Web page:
Cost doesn't appear to be an issue. The athletic department spent approximately $5,100 to $6,600 annually over the past four years on football drug tests. Through eight months this year, the department has spent $8,775 on football drug tests, according to university records.
No. 24 Okla. St. 45, Texas Tech 35: The host Cowboys' Daxx Garman threw for 370 yards and four touchdowns in the Big 12 matchup. Garman was 17-for-31 and ran for a score in his second start since stepping in for the injured J.W. Walsh. Marcell Ateman had career highs of six catches and 130 yards, James Washington had three catches for 87 yards and two touchdowns, and Desmond Roland ran for 86 yards and a score for the Cowboys (3-1, 1-0). Davis Webb passed for 374 yards and four touchdowns for Texas Tech (2-2, 0-1) before leaving the game in the fourth quarter because of a left shoulder injury. The Red Raiders haven't won in Stillwater, Okla., since 2001.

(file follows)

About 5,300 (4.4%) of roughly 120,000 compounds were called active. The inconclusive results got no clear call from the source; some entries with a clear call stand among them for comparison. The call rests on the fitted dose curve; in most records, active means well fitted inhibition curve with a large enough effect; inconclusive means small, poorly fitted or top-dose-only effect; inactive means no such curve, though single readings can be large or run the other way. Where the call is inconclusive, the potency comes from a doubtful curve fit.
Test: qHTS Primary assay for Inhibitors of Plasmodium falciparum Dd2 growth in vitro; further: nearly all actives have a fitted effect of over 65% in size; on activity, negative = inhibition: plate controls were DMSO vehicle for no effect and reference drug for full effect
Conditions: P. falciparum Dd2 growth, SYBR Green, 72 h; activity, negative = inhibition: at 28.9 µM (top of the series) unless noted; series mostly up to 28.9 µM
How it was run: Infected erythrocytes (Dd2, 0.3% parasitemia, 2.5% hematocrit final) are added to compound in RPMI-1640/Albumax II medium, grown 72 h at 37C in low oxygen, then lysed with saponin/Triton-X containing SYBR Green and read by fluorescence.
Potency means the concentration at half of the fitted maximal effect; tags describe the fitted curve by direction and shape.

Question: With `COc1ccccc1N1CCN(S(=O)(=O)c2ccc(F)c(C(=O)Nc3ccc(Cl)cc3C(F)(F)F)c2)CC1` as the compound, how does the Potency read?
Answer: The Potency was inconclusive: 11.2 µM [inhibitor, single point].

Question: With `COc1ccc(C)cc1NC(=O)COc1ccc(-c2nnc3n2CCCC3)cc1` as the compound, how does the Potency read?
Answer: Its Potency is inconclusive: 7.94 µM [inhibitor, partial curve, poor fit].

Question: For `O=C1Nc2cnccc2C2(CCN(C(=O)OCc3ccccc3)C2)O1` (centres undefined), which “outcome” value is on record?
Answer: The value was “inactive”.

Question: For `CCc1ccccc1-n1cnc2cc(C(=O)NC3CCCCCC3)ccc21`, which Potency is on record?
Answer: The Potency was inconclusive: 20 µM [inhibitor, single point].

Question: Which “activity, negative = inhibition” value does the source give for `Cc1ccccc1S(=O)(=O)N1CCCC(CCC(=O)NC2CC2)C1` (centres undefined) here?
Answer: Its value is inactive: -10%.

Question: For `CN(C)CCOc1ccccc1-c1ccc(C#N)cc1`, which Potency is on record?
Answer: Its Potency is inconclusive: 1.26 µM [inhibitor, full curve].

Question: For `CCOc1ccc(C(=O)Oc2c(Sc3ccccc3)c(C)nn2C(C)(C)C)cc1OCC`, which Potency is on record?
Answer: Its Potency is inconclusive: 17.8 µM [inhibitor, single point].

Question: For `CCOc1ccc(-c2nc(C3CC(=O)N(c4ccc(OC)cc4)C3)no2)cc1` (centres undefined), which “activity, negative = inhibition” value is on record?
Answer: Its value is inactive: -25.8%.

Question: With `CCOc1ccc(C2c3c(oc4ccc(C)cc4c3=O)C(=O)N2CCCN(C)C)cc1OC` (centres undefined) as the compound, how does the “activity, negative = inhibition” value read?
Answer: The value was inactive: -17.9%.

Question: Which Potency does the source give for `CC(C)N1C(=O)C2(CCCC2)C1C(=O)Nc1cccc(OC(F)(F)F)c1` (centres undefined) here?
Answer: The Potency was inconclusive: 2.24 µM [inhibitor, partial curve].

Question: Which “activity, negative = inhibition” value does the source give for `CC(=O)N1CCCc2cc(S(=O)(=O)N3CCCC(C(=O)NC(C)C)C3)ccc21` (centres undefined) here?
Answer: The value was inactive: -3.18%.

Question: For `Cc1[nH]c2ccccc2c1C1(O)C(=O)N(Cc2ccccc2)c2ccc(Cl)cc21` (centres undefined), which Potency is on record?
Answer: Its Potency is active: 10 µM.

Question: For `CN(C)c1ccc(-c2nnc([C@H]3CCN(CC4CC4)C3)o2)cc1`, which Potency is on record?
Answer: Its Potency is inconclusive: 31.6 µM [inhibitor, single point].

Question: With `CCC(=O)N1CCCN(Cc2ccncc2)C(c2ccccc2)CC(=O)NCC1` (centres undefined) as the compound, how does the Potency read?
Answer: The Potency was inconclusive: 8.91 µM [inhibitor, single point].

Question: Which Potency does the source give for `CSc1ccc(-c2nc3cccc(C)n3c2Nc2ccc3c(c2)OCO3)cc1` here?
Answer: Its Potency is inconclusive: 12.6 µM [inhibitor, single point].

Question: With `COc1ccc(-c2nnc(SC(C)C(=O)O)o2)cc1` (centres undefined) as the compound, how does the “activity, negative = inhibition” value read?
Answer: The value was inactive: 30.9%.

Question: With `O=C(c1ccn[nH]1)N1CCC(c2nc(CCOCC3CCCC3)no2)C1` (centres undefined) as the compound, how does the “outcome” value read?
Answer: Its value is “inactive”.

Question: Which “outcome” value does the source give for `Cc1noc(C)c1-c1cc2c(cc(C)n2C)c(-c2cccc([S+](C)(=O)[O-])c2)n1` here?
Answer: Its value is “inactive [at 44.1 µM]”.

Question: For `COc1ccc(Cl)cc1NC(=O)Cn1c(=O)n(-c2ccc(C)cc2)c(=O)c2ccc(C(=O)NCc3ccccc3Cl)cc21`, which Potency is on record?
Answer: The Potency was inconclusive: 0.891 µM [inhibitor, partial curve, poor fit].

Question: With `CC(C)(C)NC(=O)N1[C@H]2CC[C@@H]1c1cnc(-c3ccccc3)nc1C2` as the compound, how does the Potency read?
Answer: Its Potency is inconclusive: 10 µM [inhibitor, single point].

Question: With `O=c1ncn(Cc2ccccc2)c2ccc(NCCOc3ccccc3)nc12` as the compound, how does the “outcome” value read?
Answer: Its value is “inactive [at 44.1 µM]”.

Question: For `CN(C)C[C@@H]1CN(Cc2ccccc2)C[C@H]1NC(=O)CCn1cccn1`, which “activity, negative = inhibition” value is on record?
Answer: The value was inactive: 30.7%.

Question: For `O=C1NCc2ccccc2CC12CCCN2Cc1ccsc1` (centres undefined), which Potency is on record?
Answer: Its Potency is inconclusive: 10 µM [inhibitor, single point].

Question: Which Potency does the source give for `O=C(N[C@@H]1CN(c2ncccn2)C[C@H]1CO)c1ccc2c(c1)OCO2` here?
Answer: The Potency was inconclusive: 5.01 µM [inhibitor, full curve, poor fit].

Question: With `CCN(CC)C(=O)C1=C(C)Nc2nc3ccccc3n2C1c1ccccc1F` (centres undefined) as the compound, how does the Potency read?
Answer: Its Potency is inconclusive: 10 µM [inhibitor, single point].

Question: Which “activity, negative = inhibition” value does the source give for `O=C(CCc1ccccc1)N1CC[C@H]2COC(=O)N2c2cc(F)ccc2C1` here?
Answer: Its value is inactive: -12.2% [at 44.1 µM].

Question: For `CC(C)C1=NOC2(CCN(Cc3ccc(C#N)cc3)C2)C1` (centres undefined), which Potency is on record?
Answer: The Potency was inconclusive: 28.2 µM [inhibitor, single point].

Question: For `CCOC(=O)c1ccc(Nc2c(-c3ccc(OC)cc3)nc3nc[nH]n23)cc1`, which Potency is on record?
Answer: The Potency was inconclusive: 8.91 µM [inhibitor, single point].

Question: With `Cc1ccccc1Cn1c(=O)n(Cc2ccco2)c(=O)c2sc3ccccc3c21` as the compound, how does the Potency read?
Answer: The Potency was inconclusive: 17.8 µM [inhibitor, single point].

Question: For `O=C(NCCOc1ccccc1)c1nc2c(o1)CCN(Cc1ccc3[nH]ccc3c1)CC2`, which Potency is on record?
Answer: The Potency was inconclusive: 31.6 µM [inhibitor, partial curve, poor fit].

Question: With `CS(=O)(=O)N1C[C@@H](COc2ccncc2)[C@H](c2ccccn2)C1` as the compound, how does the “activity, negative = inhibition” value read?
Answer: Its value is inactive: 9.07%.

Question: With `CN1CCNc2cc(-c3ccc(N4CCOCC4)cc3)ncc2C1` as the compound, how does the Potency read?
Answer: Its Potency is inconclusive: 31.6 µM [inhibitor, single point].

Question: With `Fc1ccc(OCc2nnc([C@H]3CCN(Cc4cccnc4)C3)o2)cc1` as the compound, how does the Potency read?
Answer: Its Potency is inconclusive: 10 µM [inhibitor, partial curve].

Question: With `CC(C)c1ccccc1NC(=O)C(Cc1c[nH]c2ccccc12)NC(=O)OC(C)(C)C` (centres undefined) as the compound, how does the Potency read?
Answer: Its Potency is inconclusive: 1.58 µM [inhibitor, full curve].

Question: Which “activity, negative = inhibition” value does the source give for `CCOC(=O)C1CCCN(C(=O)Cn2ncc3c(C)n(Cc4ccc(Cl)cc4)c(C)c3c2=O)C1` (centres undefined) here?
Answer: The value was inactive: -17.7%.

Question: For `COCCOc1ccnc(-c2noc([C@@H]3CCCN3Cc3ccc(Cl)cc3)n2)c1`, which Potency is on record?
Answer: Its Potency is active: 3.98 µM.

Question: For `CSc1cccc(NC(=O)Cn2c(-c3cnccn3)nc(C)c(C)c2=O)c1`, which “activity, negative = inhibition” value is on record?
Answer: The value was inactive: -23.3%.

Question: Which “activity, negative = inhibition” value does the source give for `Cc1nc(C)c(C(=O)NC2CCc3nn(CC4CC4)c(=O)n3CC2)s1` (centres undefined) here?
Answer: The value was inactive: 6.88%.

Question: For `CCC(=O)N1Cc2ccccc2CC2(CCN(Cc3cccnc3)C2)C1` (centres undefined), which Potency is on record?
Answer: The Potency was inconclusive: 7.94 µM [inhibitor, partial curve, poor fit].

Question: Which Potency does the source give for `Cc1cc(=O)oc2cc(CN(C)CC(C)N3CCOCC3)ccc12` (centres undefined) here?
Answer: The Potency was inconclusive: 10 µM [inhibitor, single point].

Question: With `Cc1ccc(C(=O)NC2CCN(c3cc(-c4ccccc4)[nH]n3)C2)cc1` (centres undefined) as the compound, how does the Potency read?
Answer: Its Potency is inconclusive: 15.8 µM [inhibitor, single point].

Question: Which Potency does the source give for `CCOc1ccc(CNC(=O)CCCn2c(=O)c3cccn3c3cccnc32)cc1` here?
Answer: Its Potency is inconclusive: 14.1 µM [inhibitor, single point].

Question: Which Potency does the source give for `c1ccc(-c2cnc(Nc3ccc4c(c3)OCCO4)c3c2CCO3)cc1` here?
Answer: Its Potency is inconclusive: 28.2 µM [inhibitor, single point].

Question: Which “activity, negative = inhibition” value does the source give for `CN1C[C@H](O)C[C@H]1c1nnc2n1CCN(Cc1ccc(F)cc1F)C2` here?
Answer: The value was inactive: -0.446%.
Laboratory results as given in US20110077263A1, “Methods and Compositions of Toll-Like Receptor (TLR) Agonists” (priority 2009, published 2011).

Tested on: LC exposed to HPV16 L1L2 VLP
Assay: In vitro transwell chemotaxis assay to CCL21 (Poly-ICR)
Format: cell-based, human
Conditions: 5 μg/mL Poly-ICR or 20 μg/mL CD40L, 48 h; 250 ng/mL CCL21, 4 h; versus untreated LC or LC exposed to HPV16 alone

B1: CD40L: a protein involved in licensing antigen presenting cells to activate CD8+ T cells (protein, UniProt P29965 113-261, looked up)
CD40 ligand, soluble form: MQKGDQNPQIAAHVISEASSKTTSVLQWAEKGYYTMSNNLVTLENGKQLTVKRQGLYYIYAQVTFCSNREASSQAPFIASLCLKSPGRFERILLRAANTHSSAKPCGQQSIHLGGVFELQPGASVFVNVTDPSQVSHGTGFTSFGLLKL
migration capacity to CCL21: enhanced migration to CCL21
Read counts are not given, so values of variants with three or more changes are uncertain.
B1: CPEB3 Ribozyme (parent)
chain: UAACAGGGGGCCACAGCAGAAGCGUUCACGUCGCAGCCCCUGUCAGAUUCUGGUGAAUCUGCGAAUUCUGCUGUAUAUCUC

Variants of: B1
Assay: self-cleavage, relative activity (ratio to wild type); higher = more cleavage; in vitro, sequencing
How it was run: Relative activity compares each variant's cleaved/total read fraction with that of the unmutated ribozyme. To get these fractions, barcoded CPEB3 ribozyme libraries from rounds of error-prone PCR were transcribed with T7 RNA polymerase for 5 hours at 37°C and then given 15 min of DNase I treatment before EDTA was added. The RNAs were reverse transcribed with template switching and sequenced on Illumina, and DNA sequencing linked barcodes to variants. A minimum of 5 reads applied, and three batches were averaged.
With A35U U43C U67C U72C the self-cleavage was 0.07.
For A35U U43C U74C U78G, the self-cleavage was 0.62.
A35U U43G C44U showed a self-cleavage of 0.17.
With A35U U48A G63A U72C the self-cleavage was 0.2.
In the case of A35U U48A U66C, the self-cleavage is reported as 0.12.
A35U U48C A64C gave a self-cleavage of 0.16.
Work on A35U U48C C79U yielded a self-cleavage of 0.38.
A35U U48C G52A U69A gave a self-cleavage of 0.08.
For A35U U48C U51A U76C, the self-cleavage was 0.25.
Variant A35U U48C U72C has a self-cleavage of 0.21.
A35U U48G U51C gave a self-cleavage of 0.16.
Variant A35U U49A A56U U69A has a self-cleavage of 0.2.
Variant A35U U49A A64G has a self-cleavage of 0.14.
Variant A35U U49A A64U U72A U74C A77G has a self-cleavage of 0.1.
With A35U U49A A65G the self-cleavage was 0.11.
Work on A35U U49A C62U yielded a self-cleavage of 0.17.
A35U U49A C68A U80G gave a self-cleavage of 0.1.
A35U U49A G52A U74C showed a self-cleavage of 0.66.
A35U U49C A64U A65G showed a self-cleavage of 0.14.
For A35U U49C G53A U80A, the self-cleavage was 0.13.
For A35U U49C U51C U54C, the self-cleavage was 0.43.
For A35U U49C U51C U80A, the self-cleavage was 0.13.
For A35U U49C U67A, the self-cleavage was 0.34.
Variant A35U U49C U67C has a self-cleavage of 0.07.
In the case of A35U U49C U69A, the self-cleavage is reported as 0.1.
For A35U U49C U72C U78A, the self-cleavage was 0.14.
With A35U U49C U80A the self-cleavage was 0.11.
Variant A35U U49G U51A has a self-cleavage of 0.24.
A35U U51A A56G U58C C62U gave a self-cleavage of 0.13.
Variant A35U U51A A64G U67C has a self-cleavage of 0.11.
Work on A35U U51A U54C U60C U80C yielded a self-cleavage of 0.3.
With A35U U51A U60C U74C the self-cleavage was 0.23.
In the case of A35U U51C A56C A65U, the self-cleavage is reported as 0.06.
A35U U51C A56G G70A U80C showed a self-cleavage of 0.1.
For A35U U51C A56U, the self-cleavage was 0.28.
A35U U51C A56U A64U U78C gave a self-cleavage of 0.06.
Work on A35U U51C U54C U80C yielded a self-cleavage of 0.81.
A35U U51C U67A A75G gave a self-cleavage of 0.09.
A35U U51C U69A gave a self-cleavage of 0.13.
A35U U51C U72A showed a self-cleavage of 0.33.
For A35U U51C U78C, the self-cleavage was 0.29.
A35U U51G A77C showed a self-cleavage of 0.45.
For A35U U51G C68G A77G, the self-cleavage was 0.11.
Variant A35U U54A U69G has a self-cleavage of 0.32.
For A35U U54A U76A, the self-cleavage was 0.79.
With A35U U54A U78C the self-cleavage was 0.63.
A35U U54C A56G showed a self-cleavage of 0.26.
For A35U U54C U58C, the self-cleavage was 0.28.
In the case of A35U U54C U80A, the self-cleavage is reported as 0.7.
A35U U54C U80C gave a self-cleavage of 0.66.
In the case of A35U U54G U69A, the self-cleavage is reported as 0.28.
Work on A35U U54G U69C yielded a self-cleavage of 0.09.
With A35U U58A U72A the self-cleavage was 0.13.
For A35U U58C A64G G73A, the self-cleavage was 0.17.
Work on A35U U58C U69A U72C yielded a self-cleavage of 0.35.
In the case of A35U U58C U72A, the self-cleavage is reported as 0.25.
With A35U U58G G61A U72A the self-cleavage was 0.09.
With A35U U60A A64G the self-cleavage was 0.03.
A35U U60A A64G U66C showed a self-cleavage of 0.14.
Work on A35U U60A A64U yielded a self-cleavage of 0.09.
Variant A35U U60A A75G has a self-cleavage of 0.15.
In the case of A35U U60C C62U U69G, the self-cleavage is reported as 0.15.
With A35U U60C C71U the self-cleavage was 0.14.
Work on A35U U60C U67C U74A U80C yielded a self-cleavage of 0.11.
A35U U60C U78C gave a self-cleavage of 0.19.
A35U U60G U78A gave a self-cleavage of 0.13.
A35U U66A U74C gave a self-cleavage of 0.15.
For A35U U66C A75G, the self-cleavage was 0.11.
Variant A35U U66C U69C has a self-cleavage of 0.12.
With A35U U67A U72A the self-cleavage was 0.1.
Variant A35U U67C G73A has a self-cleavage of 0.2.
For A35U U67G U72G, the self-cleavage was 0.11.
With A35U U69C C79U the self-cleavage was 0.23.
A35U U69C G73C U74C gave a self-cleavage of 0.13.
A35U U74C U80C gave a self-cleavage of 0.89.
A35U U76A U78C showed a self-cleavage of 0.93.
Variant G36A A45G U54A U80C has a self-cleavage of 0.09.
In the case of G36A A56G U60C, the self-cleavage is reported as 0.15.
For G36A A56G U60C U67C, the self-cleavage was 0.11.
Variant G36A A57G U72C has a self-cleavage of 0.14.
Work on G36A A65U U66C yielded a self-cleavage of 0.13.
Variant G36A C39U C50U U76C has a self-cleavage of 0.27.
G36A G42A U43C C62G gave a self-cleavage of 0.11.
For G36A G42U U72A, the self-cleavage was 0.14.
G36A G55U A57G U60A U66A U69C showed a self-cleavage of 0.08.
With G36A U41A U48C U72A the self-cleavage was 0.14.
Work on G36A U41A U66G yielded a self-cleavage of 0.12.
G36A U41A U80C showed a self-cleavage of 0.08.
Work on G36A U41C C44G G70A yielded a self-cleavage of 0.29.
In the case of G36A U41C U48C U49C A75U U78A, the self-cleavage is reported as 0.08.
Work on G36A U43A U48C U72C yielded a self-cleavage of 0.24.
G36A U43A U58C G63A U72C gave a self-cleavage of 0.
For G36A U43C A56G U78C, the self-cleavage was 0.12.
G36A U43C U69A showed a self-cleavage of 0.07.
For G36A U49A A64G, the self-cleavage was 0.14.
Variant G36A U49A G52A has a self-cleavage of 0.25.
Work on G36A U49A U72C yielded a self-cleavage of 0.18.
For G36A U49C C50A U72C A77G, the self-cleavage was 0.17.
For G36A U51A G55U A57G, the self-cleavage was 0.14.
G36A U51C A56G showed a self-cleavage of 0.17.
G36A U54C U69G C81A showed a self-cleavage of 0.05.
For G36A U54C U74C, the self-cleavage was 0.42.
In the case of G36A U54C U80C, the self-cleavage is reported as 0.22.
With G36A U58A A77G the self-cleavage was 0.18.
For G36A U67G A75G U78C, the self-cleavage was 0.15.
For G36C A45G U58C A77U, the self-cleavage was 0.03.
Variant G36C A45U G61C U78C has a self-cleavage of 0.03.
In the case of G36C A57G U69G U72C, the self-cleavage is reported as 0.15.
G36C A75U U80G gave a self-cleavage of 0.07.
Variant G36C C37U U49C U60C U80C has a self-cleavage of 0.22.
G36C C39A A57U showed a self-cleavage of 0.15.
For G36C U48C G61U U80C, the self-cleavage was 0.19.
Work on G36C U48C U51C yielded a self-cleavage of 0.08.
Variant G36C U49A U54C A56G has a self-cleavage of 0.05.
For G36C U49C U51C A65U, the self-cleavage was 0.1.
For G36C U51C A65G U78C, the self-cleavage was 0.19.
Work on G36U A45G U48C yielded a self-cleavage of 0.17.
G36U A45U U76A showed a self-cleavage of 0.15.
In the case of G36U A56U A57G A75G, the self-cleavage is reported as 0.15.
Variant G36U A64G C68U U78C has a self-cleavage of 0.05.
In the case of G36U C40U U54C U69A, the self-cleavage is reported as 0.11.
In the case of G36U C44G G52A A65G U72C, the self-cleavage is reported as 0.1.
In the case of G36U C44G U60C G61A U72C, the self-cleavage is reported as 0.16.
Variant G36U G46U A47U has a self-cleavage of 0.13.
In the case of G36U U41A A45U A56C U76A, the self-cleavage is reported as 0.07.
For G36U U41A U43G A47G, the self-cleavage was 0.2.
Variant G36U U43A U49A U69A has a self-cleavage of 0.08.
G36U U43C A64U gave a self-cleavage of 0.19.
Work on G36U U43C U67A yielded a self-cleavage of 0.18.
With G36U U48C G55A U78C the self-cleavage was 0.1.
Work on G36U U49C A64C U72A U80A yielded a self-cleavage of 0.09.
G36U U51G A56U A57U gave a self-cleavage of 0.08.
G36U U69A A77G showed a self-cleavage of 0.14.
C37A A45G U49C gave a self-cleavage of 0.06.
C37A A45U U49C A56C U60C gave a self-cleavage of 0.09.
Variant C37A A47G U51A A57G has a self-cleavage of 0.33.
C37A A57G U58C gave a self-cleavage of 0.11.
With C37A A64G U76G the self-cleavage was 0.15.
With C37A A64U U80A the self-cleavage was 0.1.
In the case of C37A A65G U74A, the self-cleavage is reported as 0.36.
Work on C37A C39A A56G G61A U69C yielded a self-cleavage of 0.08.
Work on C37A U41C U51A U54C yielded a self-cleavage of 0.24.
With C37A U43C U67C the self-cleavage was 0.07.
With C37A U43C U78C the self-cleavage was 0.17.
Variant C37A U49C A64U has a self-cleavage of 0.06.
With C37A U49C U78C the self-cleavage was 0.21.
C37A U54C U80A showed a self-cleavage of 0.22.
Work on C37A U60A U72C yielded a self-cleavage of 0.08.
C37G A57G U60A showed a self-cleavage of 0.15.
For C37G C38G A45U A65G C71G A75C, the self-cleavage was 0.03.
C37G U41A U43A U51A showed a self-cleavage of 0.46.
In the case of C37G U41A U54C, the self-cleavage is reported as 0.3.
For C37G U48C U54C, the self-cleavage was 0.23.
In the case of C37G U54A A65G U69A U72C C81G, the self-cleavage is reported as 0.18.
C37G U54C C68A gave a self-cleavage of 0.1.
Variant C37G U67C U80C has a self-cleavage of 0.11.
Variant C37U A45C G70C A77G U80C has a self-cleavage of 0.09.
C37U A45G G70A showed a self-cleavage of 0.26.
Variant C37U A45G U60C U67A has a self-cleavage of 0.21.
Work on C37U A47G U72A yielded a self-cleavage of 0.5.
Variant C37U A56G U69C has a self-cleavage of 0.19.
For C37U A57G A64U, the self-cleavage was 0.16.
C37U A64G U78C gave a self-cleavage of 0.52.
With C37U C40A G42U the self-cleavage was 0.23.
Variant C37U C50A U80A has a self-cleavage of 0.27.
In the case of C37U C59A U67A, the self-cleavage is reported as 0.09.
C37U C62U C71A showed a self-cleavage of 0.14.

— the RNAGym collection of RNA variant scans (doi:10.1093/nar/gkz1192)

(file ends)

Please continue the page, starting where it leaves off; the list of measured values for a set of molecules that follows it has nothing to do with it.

Duke: Backup quarterback Thomas Sirk is questionable for Saturday night's game at Miami with a muscle injury. Coach David Cutcliffe said the redshirt sophomore strained a muscle earlier in the week. He says redshirt freshman Parker Boehme will replace Sirk if he can't play. The Blue Devils frequently bring in a speedy backup quarterback in place of starter Anthony Boone in short-yardage situations.
LOUISVILLE: Freshman Reggie Bonnafon will make his first start at quarterback on Saturday against Wake Forest in place of sophomore Will Gardner, who injured his knee in the third quarter of last weekend's 34-3 victory at Florida International.